Table of Contents Author Guidelines Submit a Manuscript
Journal of Ophthalmology
Volume 2015 (2015), Article ID 769436, 9 pages
Research Article

Predisposing Factors, Microbial Characteristics, and Clinical Outcome of Microbial Keratitis in a Tertiary Centre in Hong Kong: A 10-Year Experience

1Department of Ophthalmology, LKS Faculty of Medicine, The University of Hong Kong, Pok Fu Lam, Hong Kong
2Department of Microbiology, LKS Faculty of Medicine, The University of Hong Kong, Pok Fu Lam, Hong Kong
3Department of Ophthalmology, Queen Mary Hospital, Pok Fu Lam, Hong Kong

Received 22 March 2015; Accepted 10 June 2015

Academic Editor: Francisco Arnalich-Montiel

Copyright © 2015 Alex Lap-Ki Ng et al. This is an open access article distributed under the Creative Commons Attribution License, which permits unrestricted use, distribution, and reproduction in any medium, provided the original work is properly cited.


Purpose. To study the risk factors, microbial profile, antibiotic susceptibility pattern, and outcome for microbial keratitis over the past 10 years in a tertiary center in Hong Kong. Methods. All cases with corneal scraping performed in Queen Mary Hospital, Hong Kong from January 2004 to December 2013 were included. Clinical outcome was defined as poor if the final visual acuity (VA) was abnormal or worse than presenting VA, a major complication occurred, or therapeutic keratoplasty was required. Results. 347 scrapes were performed in the 10-year period growing 130 microorganisms (32.3% culture positive rate). Contact lens use was the commonest risk factor. The commonest isolates were coagulase-negative Staphylococcus and Pseudomonas aeruginosa. Fluoroquinolone susceptibility was tested in 47 Gram-negative bacteria with 93.6% susceptibility (100% for Pseudomonas). 90.7% of cases had good visual outcome. Multivariate logistic regression showed age (), trauma (), and ulcer size >3 mm () to be independently associated with poor outcome. Conclusion. There was no shifting trend in the isolate distribution or emergence of resistant strains in our study. Contact lens wear was the commonest risk factor, with Pseudomonas being the most frequent isolate in this group. It remained 100% susceptible to fluoroquinolones and 97% cases had good visual outcome.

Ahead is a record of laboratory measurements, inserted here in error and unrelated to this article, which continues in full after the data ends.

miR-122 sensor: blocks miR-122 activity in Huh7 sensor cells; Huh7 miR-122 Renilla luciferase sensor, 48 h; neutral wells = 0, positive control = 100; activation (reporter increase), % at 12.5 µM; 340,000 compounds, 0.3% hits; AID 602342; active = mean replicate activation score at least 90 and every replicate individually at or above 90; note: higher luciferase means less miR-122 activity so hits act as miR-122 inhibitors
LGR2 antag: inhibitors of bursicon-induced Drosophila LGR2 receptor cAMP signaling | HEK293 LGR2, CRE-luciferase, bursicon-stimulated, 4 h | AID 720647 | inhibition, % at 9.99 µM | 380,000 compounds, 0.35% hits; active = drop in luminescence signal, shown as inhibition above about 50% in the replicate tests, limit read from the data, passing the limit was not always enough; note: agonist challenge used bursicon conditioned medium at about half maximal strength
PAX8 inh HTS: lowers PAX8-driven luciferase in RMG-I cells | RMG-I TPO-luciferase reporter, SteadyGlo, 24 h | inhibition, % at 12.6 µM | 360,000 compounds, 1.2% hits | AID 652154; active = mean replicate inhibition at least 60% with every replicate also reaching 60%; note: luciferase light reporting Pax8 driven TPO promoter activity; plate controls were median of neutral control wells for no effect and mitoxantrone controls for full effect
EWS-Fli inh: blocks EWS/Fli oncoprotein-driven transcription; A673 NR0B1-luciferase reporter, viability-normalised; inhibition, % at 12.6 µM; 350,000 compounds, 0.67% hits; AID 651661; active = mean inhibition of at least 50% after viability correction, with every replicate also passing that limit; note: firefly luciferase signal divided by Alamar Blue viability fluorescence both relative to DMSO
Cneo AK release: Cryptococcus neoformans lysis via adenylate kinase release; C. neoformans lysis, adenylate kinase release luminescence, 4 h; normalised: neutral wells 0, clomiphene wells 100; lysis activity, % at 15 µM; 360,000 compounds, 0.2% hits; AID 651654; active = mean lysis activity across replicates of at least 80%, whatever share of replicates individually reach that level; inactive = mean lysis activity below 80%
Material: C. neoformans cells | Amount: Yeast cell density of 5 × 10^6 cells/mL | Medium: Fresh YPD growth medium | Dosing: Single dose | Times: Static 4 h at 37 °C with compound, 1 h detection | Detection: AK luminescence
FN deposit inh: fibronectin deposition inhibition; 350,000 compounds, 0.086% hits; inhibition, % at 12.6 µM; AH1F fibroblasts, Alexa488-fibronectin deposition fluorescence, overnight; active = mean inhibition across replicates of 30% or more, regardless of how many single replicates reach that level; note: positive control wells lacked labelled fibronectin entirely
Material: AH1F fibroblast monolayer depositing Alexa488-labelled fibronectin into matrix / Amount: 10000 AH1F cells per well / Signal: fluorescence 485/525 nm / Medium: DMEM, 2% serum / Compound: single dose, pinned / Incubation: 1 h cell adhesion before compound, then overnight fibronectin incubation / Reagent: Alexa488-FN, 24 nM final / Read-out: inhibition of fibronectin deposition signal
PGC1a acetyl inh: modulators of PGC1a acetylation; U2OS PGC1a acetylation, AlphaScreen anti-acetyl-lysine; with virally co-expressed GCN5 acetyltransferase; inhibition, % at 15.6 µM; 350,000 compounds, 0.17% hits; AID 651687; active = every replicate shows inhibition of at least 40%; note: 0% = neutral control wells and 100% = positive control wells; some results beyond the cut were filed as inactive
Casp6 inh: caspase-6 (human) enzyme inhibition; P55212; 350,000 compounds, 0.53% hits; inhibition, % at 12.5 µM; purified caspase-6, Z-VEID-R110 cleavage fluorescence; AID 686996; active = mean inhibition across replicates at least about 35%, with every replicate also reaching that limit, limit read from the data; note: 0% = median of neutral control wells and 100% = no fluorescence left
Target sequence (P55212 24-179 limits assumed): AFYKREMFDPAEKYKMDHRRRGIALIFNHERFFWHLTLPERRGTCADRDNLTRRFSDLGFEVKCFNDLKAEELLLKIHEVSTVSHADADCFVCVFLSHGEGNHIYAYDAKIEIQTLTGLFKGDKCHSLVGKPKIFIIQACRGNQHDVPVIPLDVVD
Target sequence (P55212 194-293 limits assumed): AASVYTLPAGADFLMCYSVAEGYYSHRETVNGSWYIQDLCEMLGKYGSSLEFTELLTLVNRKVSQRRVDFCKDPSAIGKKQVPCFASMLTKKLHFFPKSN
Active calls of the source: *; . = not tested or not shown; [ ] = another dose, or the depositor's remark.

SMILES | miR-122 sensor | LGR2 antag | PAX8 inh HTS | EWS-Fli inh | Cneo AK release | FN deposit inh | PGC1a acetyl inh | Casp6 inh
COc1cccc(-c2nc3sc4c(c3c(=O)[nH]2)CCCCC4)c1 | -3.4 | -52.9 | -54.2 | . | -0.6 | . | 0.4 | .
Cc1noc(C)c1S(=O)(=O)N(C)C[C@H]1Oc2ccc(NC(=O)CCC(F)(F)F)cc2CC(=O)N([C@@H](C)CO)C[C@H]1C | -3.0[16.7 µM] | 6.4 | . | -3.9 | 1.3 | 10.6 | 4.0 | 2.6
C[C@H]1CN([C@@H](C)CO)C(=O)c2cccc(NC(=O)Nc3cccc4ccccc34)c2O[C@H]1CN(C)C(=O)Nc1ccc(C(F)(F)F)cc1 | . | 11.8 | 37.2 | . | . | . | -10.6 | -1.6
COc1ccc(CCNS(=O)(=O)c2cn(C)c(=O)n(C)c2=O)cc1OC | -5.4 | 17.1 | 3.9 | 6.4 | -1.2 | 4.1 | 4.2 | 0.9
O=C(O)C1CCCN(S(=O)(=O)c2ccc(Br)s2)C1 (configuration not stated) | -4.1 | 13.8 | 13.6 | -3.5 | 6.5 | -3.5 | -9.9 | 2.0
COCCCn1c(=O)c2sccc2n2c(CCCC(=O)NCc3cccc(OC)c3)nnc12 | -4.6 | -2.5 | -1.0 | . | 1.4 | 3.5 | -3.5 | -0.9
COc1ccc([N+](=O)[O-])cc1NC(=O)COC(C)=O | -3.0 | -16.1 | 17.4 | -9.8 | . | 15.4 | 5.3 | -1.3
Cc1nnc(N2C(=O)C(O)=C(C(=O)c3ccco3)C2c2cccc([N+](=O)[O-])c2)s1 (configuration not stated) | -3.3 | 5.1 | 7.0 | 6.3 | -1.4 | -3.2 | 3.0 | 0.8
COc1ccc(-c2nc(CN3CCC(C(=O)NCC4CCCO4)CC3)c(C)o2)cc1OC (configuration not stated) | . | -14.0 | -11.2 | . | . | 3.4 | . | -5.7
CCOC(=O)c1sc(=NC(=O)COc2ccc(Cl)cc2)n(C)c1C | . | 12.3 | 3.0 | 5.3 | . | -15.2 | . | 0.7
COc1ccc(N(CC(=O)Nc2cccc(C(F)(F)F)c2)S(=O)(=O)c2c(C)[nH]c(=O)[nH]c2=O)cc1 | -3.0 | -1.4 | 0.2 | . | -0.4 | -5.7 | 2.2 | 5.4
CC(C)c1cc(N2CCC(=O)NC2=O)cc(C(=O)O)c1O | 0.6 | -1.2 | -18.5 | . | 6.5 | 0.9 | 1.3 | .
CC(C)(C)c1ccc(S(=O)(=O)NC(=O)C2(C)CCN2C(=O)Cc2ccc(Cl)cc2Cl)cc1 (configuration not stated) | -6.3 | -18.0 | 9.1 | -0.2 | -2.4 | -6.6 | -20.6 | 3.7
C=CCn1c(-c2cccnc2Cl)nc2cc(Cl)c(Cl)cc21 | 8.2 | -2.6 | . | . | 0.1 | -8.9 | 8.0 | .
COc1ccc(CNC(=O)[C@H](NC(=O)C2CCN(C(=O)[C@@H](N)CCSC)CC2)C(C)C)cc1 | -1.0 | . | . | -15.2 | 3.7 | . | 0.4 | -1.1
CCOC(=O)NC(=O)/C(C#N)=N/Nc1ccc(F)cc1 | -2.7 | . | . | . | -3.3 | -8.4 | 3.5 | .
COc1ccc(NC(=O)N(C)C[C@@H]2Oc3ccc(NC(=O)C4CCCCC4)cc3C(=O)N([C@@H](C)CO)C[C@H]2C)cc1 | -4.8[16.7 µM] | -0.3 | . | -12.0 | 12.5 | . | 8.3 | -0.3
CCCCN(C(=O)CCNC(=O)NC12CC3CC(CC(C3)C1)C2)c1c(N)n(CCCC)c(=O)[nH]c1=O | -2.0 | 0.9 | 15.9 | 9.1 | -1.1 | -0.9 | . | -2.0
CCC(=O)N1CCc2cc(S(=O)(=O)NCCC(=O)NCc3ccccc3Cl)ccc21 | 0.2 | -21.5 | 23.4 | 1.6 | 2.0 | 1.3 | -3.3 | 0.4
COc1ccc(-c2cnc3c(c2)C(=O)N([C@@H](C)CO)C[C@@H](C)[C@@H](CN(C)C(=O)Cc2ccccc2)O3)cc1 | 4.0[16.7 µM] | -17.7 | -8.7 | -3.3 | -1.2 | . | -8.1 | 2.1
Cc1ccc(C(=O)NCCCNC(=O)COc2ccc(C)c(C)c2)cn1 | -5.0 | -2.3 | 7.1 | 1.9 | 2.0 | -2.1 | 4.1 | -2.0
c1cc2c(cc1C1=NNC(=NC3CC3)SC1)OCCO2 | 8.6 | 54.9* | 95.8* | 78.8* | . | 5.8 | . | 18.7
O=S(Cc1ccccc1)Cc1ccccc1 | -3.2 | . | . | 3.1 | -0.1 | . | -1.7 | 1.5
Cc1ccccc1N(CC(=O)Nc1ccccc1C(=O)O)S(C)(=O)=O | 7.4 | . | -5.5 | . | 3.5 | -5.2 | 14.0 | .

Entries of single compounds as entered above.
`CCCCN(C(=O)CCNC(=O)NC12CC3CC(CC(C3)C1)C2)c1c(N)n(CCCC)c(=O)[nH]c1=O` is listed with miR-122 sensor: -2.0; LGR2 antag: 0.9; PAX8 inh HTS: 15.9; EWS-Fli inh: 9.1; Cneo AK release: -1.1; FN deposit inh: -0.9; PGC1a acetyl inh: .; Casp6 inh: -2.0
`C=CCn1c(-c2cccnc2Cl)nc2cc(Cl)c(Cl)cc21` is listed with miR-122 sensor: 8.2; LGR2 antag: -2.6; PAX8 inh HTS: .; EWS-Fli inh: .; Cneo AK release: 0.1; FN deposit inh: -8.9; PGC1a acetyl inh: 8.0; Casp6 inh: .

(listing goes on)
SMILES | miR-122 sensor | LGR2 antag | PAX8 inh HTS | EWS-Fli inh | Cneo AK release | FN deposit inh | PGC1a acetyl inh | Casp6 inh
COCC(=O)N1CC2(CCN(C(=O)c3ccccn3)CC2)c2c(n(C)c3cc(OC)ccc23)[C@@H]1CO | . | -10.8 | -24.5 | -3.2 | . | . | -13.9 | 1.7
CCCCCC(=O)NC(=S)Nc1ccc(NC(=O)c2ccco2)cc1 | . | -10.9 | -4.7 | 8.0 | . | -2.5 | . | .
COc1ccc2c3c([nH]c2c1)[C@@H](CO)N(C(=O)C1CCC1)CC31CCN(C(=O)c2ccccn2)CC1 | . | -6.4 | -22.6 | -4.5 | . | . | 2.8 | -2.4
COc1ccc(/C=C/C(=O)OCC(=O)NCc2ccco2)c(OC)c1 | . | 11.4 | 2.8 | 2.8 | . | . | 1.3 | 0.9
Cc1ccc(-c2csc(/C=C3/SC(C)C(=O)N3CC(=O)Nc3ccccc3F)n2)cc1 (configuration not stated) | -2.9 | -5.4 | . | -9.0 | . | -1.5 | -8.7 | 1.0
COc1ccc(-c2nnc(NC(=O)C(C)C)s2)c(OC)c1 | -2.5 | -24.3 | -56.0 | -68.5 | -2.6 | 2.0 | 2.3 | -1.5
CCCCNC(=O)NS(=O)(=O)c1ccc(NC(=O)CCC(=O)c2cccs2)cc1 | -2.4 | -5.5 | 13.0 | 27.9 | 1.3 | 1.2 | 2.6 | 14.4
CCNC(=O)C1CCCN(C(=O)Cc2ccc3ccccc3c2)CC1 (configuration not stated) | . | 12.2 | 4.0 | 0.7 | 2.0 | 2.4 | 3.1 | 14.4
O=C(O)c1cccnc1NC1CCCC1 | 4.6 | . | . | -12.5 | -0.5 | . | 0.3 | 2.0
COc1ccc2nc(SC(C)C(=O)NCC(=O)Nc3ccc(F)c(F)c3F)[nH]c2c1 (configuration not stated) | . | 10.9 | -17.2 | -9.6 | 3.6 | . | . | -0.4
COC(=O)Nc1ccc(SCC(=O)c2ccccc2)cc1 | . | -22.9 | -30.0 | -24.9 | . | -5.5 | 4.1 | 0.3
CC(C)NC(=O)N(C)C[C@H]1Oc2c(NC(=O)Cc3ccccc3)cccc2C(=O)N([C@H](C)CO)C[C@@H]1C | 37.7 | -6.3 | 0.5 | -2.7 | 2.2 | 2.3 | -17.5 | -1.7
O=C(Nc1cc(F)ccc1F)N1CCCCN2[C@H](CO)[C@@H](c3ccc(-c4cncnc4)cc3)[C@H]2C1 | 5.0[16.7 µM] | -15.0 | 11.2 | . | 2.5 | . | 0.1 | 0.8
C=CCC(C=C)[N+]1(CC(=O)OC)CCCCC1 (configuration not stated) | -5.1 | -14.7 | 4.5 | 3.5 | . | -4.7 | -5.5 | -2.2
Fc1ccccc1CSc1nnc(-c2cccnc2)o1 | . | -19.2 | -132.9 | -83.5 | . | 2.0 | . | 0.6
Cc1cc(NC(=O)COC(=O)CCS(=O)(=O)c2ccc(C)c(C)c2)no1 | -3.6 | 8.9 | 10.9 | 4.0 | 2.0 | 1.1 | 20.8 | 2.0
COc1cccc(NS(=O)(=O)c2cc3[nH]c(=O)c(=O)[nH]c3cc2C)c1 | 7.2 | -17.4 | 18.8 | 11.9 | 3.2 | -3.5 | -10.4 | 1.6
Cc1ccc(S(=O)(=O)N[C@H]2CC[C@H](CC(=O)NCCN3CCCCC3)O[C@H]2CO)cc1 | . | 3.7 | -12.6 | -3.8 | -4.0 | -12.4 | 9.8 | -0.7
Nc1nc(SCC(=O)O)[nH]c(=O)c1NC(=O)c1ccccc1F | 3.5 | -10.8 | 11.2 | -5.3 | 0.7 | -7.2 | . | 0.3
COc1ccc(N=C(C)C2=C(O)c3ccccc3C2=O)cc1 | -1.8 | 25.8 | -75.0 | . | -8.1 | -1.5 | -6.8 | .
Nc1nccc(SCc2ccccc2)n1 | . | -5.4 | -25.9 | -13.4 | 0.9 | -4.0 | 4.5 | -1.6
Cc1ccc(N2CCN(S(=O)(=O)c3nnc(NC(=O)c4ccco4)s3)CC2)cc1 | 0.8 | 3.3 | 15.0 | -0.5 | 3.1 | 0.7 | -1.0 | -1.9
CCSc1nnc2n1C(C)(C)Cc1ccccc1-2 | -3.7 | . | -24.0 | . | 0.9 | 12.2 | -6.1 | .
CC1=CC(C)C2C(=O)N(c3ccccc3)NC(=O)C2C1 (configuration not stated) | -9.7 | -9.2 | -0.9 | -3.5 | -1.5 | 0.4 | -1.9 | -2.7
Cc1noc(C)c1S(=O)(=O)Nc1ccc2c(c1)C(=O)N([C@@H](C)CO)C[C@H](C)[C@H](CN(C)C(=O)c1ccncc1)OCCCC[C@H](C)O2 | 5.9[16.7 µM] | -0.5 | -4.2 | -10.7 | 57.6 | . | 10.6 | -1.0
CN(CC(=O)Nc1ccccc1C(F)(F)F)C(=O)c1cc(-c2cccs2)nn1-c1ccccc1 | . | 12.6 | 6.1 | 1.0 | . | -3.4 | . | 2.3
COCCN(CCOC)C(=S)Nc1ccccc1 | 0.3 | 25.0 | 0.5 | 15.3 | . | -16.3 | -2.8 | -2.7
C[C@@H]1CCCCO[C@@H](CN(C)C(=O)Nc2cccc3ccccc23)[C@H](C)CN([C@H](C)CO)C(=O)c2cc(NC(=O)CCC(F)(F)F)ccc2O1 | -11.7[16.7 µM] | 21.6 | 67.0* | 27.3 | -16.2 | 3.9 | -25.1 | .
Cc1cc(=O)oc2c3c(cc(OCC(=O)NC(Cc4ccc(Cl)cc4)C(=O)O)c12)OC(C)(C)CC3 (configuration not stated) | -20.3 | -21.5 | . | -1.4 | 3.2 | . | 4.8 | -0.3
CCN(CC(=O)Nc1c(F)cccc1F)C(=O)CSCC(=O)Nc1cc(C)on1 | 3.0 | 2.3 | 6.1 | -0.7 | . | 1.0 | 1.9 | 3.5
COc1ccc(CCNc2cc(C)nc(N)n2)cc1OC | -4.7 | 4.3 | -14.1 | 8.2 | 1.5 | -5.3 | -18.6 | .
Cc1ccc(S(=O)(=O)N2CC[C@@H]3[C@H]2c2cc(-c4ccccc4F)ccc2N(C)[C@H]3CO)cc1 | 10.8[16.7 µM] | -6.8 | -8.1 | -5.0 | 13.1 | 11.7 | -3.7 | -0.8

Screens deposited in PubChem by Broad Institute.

1. Background

Microbial keratitis is one of the commonest causes of corneal blindness worldwide. The mainstay of diagnosis is corneal scraping. However, the clinician has to decide on the antibiotic regime before the culture and antibiotic susceptibility results are available. This decision is often based on patient’s demographics, risk factor profile, and the local microbial distribution pattern. As geographical and climatic factors result in regional differences in the pattern of microbial isolates, local epidemiologic studies are necessary [1]. The antibiotic susceptibility profile is also important in view of reports on the emergence of methicillin or fluoroquinolone resistance in North America and Asia in the past decade [25]. The in vivo resistance correlates with a worse clinical outcome as well [6].